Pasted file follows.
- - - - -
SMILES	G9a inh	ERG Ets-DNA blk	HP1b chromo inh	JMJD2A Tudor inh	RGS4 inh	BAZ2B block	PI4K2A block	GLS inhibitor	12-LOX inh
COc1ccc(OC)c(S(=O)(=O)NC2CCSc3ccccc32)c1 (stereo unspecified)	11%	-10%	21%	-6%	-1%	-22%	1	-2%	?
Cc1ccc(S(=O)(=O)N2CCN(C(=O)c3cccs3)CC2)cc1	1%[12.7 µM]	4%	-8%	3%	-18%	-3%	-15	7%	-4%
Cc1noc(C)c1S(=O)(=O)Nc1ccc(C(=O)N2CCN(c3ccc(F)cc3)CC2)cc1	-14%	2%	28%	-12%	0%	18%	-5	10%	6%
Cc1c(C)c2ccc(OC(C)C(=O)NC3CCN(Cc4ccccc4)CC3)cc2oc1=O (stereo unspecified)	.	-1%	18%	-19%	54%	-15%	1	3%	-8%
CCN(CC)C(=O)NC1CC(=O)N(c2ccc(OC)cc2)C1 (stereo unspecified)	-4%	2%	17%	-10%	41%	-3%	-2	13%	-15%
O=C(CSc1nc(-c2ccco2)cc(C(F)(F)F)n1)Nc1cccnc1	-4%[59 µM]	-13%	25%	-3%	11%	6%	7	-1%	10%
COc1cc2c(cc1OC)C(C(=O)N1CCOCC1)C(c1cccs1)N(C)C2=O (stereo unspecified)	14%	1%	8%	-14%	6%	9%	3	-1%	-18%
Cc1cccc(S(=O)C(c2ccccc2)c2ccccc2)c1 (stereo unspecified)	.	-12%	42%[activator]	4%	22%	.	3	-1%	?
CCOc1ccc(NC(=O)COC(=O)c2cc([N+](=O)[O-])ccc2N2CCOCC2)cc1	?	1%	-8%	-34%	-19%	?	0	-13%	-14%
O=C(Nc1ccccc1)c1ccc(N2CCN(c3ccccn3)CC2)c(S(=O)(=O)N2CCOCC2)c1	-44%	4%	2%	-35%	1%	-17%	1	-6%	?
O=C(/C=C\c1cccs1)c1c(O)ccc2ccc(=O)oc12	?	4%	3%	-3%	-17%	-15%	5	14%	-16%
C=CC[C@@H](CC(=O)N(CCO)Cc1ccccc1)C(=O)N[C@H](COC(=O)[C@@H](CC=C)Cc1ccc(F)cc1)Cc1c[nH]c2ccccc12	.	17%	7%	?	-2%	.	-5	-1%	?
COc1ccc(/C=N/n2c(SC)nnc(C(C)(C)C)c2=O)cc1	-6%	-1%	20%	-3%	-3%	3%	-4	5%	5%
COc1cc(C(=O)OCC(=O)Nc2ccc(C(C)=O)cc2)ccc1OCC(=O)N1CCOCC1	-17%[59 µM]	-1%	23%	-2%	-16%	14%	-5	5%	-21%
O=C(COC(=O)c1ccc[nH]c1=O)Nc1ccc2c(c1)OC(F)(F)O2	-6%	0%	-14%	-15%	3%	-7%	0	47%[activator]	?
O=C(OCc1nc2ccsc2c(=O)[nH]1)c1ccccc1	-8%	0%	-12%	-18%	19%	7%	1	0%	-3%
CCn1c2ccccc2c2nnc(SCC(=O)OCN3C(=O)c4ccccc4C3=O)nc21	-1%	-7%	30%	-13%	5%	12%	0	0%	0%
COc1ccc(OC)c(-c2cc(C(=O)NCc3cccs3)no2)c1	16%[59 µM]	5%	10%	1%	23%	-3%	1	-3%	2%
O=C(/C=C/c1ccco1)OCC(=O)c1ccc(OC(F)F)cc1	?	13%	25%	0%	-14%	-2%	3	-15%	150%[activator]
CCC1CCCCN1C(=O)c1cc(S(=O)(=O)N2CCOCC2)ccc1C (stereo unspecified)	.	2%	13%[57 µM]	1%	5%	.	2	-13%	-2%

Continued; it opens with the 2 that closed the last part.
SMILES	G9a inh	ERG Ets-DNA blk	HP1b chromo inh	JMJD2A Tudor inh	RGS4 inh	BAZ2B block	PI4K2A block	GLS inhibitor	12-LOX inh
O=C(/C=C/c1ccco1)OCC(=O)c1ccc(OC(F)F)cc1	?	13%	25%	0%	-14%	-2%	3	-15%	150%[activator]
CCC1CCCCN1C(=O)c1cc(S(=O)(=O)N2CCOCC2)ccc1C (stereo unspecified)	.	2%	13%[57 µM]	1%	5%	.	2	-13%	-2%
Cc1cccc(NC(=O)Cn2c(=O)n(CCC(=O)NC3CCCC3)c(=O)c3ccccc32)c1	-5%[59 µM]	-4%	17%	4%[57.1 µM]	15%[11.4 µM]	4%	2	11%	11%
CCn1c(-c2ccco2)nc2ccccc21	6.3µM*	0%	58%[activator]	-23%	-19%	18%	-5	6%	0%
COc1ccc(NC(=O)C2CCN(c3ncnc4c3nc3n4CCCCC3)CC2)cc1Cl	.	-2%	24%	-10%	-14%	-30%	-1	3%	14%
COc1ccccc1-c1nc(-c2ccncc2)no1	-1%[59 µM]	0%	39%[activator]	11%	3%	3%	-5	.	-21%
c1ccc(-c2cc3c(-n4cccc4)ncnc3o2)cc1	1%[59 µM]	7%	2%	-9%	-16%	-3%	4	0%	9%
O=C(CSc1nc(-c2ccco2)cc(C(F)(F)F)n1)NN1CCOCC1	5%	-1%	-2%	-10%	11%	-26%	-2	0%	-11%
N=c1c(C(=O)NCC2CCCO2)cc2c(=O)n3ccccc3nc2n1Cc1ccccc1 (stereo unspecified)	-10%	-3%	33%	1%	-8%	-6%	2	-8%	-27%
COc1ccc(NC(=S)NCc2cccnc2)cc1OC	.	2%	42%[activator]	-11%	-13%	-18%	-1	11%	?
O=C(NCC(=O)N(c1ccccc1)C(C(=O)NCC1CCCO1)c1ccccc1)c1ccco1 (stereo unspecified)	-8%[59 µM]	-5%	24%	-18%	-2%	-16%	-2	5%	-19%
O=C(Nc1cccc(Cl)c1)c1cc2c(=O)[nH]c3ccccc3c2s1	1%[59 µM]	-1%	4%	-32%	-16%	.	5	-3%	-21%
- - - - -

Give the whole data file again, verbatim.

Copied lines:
SMILES	G9a inh	ERG Ets-DNA blk	HP1b chromo inh	JMJD2A Tudor inh	RGS4 inh	BAZ2B block	PI4K2A block	GLS inhibitor	12-LOX inh
COc1ccc(OC)c(S(=O)(=O)NC2CCSc3ccccc32)c1 (stereo unspecified)	11%	-10%	21%	-6%	-1%	-22%	1	-2%	?
Cc1ccc(S(=O)(=O)N2CCN(C(=O)c3cccs3)CC2)cc1	1%[12.7 µM]	4%	-8%	3%	-18%	-3%	-15	7%	-4%
Cc1noc(C)c1S(=O)(=O)Nc1ccc(C(=O)N2CCN(c3ccc(F)cc3)CC2)cc1	-14%	2%	28%	-12%	0%	18%	-5	10%	6%
Cc1c(C)c2ccc(OC(C)C(=O)NC3CCN(Cc4ccccc4)CC3)cc2oc1=O (stereo unspecified)	.	-1%	18%	-19%	54%	-15%	1	3%	-8%
CCN(CC)C(=O)NC1CC(=O)N(c2ccc(OC)cc2)C1 (stereo unspecified)	-4%	2%	17%	-10%	41%	-3%	-2	13%	-15%
O=C(CSc1nc(-c2ccco2)cc(C(F)(F)F)n1)Nc1cccnc1	-4%[59 µM]	-13%	25%	-3%	11%	6%	7	-1%	10%
COc1cc2c(cc1OC)C(C(=O)N1CCOCC1)C(c1cccs1)N(C)C2=O (stereo unspecified)	14%	1%	8%	-14%	6%	9%	3	-1%	-18%
Cc1cccc(S(=O)C(c2ccccc2)c2ccccc2)c1 (stereo unspecified)	.	-12%	42%[activator]	4%	22%	.	3	-1%	?
CCOc1ccc(NC(=O)COC(=O)c2cc([N+](=O)[O-])ccc2N2CCOCC2)cc1	?	1%	-8%	-34%	-19%	?	0	-13%	-14%
O=C(Nc1ccccc1)c1ccc(N2CCN(c3ccccn3)CC2)c(S(=O)(=O)N2CCOCC2)c1	-44%	4%	2%	-35%	1%	-17%	1	-6%	?
O=C(/C=C\c1cccs1)c1c(O)ccc2ccc(=O)oc12	?	4%	3%	-3%	-17%	-15%	5	14%	-16%
C=CC[C@@H](CC(=O)N(CCO)Cc1ccccc1)C(=O)N[C@H](COC(=O)[C@@H](CC=C)Cc1ccc(F)cc1)Cc1c[nH]c2ccccc12	.	17%	7%	?	-2%	.	-5	-1%	?
COc1ccc(/C=N/n2c(SC)nnc(C(C)(C)C)c2=O)cc1	-6%	-1%	20%	-3%	-3%	3%	-4	5%	5%
COc1cc(C(=O)OCC(=O)Nc2ccc(C(C)=O)cc2)ccc1OCC(=O)N1CCOCC1	-17%[59 µM]	-1%	23%	-2%	-16%	14%	-5	5%	-21%
O=C(COC(=O)c1ccc[nH]c1=O)Nc1ccc2c(c1)OC(F)(F)O2	-6%	0%	-14%	-15%	3%	-7%	0	47%[activator]	?
O=C(OCc1nc2ccsc2c(=O)[nH]1)c1ccccc1	-8%	0%	-12%	-18%	19%	7%	1	0%	-3%
CCn1c2ccccc2c2nnc(SCC(=O)OCN3C(=O)c4ccccc4C3=O)nc21	-1%	-7%	30%	-13%	5%	12%	0	0%	0%
COc1ccc(OC)c(-c2cc(C(=O)NCc3cccs3)no2)c1	16%[59 µM]	5%	10%	1%	23%	-3%	1	-3%	2%
O=C(/C=C/c1ccco1)OCC(=O)c1ccc(OC(F)F)cc1	?	13%	25%	0%	-14%	-2%	3	-15%	150%[activator]
CCC1CCCCN1C(=O)c1cc(S(=O)(=O)N2CCOCC2)ccc1C (stereo unspecified)	.	2%	13%[57 µM]	1%	5%	.	2	-13%	-2%

Continued; it opens with the 2 that closed the last part.
SMILES	G9a inh	ERG Ets-DNA blk	HP1b chromo inh	JMJD2A Tudor inh	RGS4 inh	BAZ2B block	PI4K2A block	GLS inhibitor	12-LOX inh
O=C(/C=C/c1ccco1)OCC(=O)c1ccc(OC(F)F)cc1	?	13%	25%	0%	-14%	-2%	3	-15%	150%[activator]
CCC1CCCCN1C(=O)c1cc(S(=O)(=O)N2CCOCC2)ccc1C (stereo unspecified)	.	2%	13%[57 µM]	1%	5%	.	2	-13%	-2%
Cc1cccc(NC(=O)Cn2c(=O)n(CCC(=O)NC3CCCC3)c(=O)c3ccccc32)c1	-5%[59 µM]	-4%	17%	4%[57.1 µM]	15%[11.4 µM]	4%	2	11%	11%
CCn1c(-c2ccco2)nc2ccccc21	6.3µM*	0%	58%[activator]	-23%	-19%	18%	-5	6%	0%
COc1ccc(NC(=O)C2CCN(c3ncnc4c3nc3n4CCCCC3)CC2)cc1Cl	.	-2%	24%	-10%	-14%	-30%	-1	3%	14%
COc1ccccc1-c1nc(-c2ccncc2)no1	-1%[59 µM]	0%	39%[activator]	11%	3%	3%	-5	.	-21%
c1ccc(-c2cc3c(-n4cccc4)ncnc3o2)cc1	1%[59 µM]	7%	2%	-9%	-16%	-3%	4	0%	9%
O=C(CSc1nc(-c2ccco2)cc(C(F)(F)F)n1)NN1CCOCC1	5%	-1%	-2%	-10%	11%	-26%	-2	0%	-11%
N=c1c(C(=O)NCC2CCCO2)cc2c(=O)n3ccccc3nc2n1Cc1ccccc1 (stereo unspecified)	-10%	-3%	33%	1%	-8%	-6%	2	-8%	-27%
COc1ccc(NC(=S)NCc2cccnc2)cc1OC	.	2%	42%[activator]	-11%	-13%	-18%	-1	11%	?
O=C(NCC(=O)N(c1ccccc1)C(C(=O)NCC1CCCO1)c1ccccc1)c1ccco1 (stereo unspecified)	-8%[59 µM]	-5%	24%	-18%	-2%	-16%	-2	5%	-19%
O=C(Nc1cccc(Cl)c1)c1cc2c(=O)[nH]c3ccccc3c2s1	1%[59 µM]	-1%	4%	-32%	-16%	.	5	-3%	-21%